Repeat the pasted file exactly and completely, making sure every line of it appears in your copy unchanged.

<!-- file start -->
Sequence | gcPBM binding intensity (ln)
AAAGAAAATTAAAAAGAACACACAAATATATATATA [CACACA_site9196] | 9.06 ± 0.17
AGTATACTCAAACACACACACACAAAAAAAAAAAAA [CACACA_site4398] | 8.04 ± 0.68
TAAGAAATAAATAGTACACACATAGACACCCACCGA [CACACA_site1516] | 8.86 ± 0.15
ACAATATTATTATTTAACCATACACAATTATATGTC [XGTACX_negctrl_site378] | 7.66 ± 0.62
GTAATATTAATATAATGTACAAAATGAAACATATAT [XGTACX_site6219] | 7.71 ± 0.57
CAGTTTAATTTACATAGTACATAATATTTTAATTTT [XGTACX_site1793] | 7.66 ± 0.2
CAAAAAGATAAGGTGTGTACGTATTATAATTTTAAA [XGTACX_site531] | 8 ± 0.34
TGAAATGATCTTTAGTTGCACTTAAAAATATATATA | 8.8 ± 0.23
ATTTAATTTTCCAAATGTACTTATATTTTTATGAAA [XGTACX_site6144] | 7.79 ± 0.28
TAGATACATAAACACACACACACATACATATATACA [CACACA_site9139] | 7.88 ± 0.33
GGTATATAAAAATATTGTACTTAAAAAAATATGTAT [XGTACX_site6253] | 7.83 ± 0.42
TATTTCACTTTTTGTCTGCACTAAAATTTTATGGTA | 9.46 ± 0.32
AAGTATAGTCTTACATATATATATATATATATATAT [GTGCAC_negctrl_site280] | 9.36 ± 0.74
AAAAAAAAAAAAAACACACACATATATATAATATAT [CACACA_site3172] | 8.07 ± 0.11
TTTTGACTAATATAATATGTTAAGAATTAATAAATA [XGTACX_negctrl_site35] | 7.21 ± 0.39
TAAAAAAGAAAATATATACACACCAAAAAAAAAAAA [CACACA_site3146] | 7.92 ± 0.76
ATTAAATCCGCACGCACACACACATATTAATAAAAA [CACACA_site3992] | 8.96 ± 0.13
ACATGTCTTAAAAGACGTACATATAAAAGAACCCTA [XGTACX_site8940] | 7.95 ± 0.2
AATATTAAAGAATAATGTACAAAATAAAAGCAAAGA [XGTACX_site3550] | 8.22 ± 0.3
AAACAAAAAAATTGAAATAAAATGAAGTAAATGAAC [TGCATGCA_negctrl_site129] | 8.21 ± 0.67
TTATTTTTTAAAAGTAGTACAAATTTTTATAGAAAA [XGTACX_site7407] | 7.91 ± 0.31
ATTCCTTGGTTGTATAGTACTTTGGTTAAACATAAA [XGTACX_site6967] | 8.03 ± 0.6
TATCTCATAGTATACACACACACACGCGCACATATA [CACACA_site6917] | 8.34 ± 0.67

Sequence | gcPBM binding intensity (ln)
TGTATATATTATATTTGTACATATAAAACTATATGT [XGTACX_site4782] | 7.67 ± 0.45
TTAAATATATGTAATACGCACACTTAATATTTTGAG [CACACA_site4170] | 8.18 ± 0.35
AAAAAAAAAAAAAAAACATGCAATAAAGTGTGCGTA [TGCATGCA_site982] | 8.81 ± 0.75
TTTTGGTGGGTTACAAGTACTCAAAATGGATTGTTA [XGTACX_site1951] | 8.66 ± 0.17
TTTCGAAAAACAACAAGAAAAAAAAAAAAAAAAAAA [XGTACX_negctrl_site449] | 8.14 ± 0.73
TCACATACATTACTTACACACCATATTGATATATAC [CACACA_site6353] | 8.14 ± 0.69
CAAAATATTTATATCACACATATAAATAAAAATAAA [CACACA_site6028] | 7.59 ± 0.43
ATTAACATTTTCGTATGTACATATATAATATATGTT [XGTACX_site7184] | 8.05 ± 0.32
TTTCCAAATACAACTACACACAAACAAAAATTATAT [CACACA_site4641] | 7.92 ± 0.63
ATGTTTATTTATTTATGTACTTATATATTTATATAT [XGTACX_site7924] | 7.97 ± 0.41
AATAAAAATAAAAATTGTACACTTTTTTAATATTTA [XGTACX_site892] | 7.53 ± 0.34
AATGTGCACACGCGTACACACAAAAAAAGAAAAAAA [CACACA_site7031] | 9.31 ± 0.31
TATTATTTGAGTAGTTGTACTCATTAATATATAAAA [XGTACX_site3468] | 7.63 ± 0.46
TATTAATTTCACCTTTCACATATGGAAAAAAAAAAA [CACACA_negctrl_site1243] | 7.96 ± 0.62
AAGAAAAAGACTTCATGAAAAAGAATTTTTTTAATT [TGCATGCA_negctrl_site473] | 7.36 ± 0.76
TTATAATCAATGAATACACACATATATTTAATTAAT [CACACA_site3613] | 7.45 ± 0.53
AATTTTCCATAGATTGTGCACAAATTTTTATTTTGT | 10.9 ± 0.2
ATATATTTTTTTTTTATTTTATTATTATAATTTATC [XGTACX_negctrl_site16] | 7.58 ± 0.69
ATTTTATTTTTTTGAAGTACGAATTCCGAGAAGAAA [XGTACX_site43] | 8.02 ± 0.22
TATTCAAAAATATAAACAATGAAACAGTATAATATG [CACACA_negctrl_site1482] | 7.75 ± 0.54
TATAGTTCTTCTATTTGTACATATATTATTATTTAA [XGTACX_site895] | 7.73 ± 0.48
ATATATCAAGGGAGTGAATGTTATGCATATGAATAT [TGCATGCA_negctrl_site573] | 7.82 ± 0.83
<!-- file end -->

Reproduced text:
Sequence | gcPBM binding intensity (ln)
AAAGAAAATTAAAAAGAACACACAAATATATATATA [CACACA_site9196] | 9.06 ± 0.17
AGTATACTCAAACACACACACACAAAAAAAAAAAAA [CACACA_site4398] | 8.04 ± 0.68
TAAGAAATAAATAGTACACACATAGACACCCACCGA [CACACA_site1516] | 8.86 ± 0.15
ACAATATTATTATTTAACCATACACAATTATATGTC [XGTACX_negctrl_site378] | 7.66 ± 0.62
GTAATATTAATATAATGTACAAAATGAAACATATAT [XGTACX_site6219] | 7.71 ± 0.57
CAGTTTAATTTACATAGTACATAATATTTTAATTTT [XGTACX_site1793] | 7.66 ± 0.2
CAAAAAGATAAGGTGTGTACGTATTATAATTTTAAA [XGTACX_site531] | 8 ± 0.34
TGAAATGATCTTTAGTTGCACTTAAAAATATATATA | 8.8 ± 0.23
ATTTAATTTTCCAAATGTACTTATATTTTTATGAAA [XGTACX_site6144] | 7.79 ± 0.28
TAGATACATAAACACACACACACATACATATATACA [CACACA_site9139] | 7.88 ± 0.33
GGTATATAAAAATATTGTACTTAAAAAAATATGTAT [XGTACX_site6253] | 7.83 ± 0.42
TATTTCACTTTTTGTCTGCACTAAAATTTTATGGTA | 9.46 ± 0.32
AAGTATAGTCTTACATATATATATATATATATATAT [GTGCAC_negctrl_site280] | 9.36 ± 0.74
AAAAAAAAAAAAAACACACACATATATATAATATAT [CACACA_site3172] | 8.07 ± 0.11
TTTTGACTAATATAATATGTTAAGAATTAATAAATA [XGTACX_negctrl_site35] | 7.21 ± 0.39
TAAAAAAGAAAATATATACACACCAAAAAAAAAAAA [CACACA_site3146] | 7.92 ± 0.76
ATTAAATCCGCACGCACACACACATATTAATAAAAA [CACACA_site3992] | 8.96 ± 0.13
ACATGTCTTAAAAGACGTACATATAAAAGAACCCTA [XGTACX_site8940] | 7.95 ± 0.2
AATATTAAAGAATAATGTACAAAATAAAAGCAAAGA [XGTACX_site3550] | 8.22 ± 0.3
AAACAAAAAAATTGAAATAAAATGAAGTAAATGAAC [TGCATGCA_negctrl_site129] | 8.21 ± 0.67
TTATTTTTTAAAAGTAGTACAAATTTTTATAGAAAA [XGTACX_site7407] | 7.91 ± 0.31
ATTCCTTGGTTGTATAGTACTTTGGTTAAACATAAA [XGTACX_site6967] | 8.03 ± 0.6
TATCTCATAGTATACACACACACACGCGCACATATA [CACACA_site6917] | 8.34 ± 0.67

Sequence | gcPBM binding intensity (ln)
TGTATATATTATATTTGTACATATAAAACTATATGT [XGTACX_site4782] | 7.67 ± 0.45
TTAAATATATGTAATACGCACACTTAATATTTTGAG [CACACA_site4170] | 8.18 ± 0.35
AAAAAAAAAAAAAAAACATGCAATAAAGTGTGCGTA [TGCATGCA_site982] | 8.81 ± 0.75
TTTTGGTGGGTTACAAGTACTCAAAATGGATTGTTA [XGTACX_site1951] | 8.66 ± 0.17
TTTCGAAAAACAACAAGAAAAAAAAAAAAAAAAAAA [XGTACX_negctrl_site449] | 8.14 ± 0.73
TCACATACATTACTTACACACCATATTGATATATAC [CACACA_site6353] | 8.14 ± 0.69
CAAAATATTTATATCACACATATAAATAAAAATAAA [CACACA_site6028] | 7.59 ± 0.43
ATTAACATTTTCGTATGTACATATATAATATATGTT [XGTACX_site7184] | 8.05 ± 0.32
TTTCCAAATACAACTACACACAAACAAAAATTATAT [CACACA_site4641] | 7.92 ± 0.63
ATGTTTATTTATTTATGTACTTATATATTTATATAT [XGTACX_site7924] | 7.97 ± 0.41
AATAAAAATAAAAATTGTACACTTTTTTAATATTTA [XGTACX_site892] | 7.53 ± 0.34
AATGTGCACACGCGTACACACAAAAAAAGAAAAAAA [CACACA_site7031] | 9.31 ± 0.31
TATTATTTGAGTAGTTGTACTCATTAATATATAAAA [XGTACX_site3468] | 7.63 ± 0.46
TATTAATTTCACCTTTCACATATGGAAAAAAAAAAA [CACACA_negctrl_site1243] | 7.96 ± 0.62
AAGAAAAAGACTTCATGAAAAAGAATTTTTTTAATT [TGCATGCA_negctrl_site473] | 7.36 ± 0.76
TTATAATCAATGAATACACACATATATTTAATTAAT [CACACA_site3613] | 7.45 ± 0.53
AATTTTCCATAGATTGTGCACAAATTTTTATTTTGT | 10.9 ± 0.2
ATATATTTTTTTTTTATTTTATTATTATAATTTATC [XGTACX_negctrl_site16] | 7.58 ± 0.69
ATTTTATTTTTTTGAAGTACGAATTCCGAGAAGAAA [XGTACX_site43] | 8.02 ± 0.22
TATTCAAAAATATAAACAATGAAACAGTATAATATG [CACACA_negctrl_site1482] | 7.75 ± 0.54
TATAGTTCTTCTATTTGTACATATATTATTATTTAA [XGTACX_site895] | 7.73 ± 0.48
ATATATCAAGGGAGTGAATGTTATGCATATGAATAT [TGCATGCA_negctrl_site573] | 7.82 ± 0.83